The packet error loss rate defines the percentage of higher layer packets—for example, IP packets—that are lost during periods when the network is not congested.

    Note: To define the packet-forwarding treatment for bearer requests received on the broadband gateway, each QCI must be mapped to a forwarding class and packet loss priority (PLP) in the QoS classifier profile. If a QCI is not mapped to a forwarding class and PLP, the classification specified in the bearer request, coming from either the S5 or SGi interface, is carried over.

    A policy profile defines the QoS treatment to be applied to default bearer requests based on the configured QoS parameters. Figure 2 shows the QoS parameters that the broadband gateway processes to determine whether to limit, upgrade, or reject bearer requests.

    Figure 2: Key QoS Parameters for 4G Default Bearer Requests

    Key QoS Parameters for 4G Default
Bearer Requests

    Each default bearer is associated with a QCI value, aggregate maximum bit rate (AMBR), and allocation and retention priority (ARP) value.

    Aggregate Maximum Bit Rate

    The AMBR defines the maximum allowed throughput for a user equipment based on the sum of all total bit rates that all non-GBR bearers associated with an access point name (APN) are allowed to use. Thus the AMBR limits the total non-GBR traffic for an APN. You can configure the AMBR independently for uplink and downlink traffic.

    Allocation and Retention Priority

    The allocation and retention priority (ARP) indicates a priority level for the allocation and retention of bearers. The mobile network uses ARP to decide whether to accept a request to establish a bearer, or reject the request when resources are limited. When performing admission control and network resources are limited, the network uses the ARP to prioritize establishing or modifying bearers with a higher ARP over bearers with a lower ARP.

    In a 4G network, ARP priority level (PL) values range from 1 through 15, where 1 corresponds to the highest priority and 15 corresponds to the lowest priority. In a 3G network, ARP values range from 1 through 3, where 1 corresponds to the highest priority and 3 corresponds to the lowest priority. The more sensitive the QoS application, the lower the corresponding PL or ARP value.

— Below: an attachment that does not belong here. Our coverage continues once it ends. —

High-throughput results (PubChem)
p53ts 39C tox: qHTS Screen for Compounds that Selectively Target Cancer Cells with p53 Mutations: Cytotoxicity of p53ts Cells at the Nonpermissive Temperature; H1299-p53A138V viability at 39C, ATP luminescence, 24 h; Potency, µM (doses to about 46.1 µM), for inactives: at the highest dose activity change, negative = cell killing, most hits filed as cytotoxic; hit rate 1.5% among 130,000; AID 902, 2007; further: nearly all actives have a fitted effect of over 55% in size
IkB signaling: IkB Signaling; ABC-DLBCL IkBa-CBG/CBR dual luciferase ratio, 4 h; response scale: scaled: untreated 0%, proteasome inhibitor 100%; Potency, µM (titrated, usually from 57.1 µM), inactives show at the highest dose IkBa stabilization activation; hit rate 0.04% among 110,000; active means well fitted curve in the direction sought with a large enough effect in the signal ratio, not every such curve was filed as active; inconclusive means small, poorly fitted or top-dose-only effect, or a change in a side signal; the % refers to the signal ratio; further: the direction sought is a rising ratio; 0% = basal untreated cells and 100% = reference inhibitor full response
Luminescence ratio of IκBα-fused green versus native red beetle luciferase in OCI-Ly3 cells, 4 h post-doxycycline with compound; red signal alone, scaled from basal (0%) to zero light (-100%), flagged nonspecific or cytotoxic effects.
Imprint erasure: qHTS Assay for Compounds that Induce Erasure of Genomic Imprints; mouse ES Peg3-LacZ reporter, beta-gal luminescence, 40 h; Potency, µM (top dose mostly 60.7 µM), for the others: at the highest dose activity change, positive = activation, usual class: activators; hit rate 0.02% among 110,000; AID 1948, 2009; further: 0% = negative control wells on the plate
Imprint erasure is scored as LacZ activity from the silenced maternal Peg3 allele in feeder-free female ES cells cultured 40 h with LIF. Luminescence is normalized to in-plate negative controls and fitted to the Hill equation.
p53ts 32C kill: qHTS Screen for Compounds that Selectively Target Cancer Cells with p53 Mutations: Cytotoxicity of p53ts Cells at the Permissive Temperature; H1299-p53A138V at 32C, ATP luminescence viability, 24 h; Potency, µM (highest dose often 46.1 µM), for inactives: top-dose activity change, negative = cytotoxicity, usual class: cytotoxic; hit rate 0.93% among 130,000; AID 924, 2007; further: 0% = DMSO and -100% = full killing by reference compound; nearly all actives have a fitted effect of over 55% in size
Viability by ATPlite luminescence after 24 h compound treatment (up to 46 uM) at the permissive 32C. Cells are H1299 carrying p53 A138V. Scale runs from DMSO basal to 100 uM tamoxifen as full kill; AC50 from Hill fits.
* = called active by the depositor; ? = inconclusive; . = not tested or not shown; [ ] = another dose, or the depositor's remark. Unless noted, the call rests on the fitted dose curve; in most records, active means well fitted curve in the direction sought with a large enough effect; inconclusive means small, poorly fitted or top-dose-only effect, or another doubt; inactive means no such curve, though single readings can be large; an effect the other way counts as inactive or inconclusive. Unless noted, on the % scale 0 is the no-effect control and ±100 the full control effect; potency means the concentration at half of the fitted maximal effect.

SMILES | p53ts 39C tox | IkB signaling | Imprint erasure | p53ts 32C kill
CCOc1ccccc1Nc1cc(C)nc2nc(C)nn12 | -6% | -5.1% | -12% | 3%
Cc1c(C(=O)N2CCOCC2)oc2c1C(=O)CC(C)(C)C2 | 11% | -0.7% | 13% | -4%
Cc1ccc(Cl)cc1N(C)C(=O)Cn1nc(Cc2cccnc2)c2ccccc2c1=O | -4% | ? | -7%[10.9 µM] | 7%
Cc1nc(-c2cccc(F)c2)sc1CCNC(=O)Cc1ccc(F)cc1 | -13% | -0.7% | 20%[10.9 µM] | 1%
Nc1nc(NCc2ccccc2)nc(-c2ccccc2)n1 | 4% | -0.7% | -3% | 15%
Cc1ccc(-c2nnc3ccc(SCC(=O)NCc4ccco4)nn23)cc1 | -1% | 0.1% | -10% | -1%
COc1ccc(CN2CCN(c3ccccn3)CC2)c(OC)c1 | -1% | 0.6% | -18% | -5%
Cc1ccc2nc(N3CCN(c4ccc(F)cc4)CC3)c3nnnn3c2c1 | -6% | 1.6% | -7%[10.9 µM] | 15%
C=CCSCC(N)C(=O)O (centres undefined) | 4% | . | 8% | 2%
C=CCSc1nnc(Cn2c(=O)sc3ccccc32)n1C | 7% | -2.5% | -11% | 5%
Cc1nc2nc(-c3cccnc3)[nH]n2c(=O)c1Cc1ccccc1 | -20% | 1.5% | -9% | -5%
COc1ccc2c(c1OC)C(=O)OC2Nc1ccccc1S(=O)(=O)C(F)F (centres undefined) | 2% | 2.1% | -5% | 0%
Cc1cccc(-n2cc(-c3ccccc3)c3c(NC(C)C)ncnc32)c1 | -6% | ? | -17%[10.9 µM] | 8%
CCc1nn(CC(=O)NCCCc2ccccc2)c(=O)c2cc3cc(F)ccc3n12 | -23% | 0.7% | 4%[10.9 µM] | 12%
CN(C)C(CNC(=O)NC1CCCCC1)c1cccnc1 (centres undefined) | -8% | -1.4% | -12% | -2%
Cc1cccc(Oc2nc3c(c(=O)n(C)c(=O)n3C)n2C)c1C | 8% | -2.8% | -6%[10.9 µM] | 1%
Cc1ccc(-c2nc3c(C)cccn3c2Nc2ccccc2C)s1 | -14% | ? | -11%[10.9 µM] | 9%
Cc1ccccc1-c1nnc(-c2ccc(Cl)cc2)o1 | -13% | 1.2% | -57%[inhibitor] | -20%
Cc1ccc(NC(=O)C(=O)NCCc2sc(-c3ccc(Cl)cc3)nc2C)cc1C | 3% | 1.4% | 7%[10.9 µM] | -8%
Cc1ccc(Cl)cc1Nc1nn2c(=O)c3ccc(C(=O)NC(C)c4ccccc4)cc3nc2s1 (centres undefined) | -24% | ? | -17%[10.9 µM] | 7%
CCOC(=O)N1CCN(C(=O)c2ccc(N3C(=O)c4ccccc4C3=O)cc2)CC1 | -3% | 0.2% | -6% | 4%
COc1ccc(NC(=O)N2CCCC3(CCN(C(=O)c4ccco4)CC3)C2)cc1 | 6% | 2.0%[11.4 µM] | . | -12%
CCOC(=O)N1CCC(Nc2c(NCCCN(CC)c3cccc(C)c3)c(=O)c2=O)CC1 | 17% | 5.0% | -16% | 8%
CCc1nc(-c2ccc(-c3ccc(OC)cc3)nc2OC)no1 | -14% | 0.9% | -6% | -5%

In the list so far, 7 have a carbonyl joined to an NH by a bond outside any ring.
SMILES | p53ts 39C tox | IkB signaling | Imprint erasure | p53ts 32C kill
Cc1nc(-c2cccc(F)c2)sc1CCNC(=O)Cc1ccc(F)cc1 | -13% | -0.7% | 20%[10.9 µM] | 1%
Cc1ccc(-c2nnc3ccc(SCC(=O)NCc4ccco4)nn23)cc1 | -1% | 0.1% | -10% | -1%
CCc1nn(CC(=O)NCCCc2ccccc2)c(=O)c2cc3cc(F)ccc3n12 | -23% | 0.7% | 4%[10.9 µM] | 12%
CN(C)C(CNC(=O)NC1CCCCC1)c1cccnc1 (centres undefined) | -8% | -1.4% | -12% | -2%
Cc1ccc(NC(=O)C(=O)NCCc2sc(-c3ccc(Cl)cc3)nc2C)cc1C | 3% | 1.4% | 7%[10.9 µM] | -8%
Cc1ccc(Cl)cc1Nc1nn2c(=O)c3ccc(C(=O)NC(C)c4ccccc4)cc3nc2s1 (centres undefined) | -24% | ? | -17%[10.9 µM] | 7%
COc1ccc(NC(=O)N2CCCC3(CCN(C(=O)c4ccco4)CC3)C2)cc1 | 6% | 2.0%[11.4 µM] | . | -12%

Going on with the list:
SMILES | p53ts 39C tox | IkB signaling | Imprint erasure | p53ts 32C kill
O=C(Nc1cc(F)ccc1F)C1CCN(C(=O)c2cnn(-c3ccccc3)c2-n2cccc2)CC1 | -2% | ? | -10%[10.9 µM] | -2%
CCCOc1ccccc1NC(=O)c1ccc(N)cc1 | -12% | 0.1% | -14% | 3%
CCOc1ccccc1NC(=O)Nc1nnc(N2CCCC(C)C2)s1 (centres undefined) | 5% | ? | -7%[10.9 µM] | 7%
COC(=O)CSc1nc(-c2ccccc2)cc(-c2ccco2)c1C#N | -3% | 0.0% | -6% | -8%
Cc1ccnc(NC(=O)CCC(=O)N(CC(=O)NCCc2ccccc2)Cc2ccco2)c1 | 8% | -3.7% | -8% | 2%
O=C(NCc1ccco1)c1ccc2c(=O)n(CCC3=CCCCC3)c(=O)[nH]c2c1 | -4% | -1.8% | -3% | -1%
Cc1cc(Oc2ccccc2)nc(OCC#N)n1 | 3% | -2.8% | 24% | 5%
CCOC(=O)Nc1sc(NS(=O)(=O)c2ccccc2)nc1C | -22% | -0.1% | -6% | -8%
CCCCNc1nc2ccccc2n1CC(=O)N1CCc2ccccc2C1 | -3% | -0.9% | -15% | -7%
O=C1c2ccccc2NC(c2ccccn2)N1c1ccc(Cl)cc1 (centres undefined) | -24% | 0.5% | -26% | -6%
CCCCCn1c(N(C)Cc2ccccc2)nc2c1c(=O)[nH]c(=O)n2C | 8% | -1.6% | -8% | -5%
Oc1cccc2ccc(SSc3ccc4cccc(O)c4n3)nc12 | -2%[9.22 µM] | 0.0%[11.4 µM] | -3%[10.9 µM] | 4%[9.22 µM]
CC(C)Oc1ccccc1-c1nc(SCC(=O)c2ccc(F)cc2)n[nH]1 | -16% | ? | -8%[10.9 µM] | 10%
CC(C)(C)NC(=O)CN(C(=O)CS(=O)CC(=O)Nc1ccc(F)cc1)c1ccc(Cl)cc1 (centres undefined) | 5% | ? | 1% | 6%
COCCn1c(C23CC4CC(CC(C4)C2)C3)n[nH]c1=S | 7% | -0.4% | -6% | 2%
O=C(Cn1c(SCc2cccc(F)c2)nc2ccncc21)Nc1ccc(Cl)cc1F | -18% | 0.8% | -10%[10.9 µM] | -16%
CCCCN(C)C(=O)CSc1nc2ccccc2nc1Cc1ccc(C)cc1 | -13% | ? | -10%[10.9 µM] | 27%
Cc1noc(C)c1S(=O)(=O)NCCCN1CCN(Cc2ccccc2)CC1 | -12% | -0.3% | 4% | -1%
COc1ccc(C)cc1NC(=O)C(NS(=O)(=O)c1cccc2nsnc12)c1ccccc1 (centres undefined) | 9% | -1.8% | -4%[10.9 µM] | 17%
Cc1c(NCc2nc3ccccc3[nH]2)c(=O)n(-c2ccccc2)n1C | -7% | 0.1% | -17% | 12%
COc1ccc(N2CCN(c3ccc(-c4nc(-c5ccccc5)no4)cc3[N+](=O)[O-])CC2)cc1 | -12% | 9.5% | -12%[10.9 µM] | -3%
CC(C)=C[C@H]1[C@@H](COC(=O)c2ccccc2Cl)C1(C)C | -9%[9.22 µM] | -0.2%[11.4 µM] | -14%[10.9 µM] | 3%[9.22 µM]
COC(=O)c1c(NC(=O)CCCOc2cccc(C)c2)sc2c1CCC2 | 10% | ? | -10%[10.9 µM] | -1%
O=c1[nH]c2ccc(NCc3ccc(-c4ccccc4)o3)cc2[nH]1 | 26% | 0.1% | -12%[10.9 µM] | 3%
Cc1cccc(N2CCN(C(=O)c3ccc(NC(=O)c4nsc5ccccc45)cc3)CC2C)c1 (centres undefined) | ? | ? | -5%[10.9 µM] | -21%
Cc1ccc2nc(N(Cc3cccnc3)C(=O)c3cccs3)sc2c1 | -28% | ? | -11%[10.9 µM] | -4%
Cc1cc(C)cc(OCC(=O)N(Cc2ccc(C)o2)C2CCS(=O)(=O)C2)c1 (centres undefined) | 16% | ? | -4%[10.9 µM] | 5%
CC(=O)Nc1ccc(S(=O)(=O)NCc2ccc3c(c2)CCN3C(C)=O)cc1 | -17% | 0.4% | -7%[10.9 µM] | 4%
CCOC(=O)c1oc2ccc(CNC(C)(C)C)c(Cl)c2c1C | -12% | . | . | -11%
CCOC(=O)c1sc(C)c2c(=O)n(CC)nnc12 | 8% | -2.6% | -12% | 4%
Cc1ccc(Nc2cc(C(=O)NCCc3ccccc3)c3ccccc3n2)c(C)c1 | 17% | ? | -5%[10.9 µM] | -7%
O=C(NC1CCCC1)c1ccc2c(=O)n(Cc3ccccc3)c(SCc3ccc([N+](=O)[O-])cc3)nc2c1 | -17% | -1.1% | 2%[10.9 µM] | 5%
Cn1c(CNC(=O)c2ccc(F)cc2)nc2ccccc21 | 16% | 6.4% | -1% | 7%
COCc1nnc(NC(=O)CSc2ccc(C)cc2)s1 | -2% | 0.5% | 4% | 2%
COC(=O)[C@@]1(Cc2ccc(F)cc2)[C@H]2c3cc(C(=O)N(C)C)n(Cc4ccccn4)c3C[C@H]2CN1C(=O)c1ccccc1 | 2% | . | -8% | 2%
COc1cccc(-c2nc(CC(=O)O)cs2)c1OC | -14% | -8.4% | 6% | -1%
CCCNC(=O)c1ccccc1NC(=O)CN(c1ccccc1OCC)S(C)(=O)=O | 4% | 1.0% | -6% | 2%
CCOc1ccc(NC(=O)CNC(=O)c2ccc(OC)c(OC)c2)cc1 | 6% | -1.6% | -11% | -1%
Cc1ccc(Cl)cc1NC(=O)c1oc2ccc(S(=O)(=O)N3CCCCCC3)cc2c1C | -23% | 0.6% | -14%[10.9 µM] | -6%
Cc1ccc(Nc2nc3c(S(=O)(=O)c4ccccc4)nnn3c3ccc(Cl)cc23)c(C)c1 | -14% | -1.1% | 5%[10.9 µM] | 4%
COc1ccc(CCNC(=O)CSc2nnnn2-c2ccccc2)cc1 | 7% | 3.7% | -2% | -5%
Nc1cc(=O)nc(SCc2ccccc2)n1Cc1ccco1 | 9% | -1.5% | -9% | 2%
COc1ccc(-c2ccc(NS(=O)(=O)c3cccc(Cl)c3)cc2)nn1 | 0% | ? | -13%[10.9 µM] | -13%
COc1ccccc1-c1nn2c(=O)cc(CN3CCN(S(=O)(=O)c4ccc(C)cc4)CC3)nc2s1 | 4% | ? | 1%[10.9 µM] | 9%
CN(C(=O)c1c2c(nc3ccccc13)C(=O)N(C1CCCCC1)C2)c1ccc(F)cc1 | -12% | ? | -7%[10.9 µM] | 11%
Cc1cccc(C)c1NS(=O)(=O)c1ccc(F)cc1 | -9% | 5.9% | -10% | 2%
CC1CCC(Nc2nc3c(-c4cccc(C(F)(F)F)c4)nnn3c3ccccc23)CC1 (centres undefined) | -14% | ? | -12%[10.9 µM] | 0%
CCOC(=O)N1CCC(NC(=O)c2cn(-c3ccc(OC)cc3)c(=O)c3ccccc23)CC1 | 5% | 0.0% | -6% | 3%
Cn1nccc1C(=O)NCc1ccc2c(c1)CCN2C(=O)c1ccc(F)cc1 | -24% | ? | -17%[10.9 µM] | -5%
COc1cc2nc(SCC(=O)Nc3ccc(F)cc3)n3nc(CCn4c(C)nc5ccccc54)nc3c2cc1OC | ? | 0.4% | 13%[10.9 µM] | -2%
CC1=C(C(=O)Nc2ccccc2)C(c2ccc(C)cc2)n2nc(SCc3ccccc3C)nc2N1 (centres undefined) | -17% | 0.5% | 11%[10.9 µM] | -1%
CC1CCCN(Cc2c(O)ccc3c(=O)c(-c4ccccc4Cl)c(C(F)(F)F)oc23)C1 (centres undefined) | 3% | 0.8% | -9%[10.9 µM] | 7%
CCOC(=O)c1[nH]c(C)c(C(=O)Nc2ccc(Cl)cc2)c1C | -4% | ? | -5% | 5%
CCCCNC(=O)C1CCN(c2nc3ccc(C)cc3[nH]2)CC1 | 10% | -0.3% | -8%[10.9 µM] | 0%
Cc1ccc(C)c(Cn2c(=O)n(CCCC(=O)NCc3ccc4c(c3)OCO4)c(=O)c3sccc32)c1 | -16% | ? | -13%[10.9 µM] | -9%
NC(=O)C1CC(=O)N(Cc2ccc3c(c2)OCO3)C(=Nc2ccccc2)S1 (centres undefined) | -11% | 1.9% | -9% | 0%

Preemption

    The broadband gateway uses ARP values to manage the allocation and retention of resources for bearers. When preemption is enabled in a 4G network, the broadband gateway evaluates the PL and the preemption vulnerability (PVI) and preemption capability (PCI) flags in the GTPv2 packet header to determine whether a bearer is a candidate for deletion:

    • PCI—Preemption capability information determines whether a bearer with a lower PL priority level should be dropped to free up the required resources.
    • PVI—Preemption vulnerability information determines whether a bearer is a candidate for dropping by another preemption capable bearer with a higher PL value.
    • PL—Priority level information defines the allocation and retention priority of the bearer.

    Note: In a 3G network, PDP context requests do not support the PVI and PCI flags, so when preemption is enabled, the broadband gateway uses ARP values to determine the preemption capability and preemption vulnerability of PDP contexts. You can use the command-line interface (CLI) to independently enable or disable preemption capability and preemption vulnerability.

    Published: 2011-11-17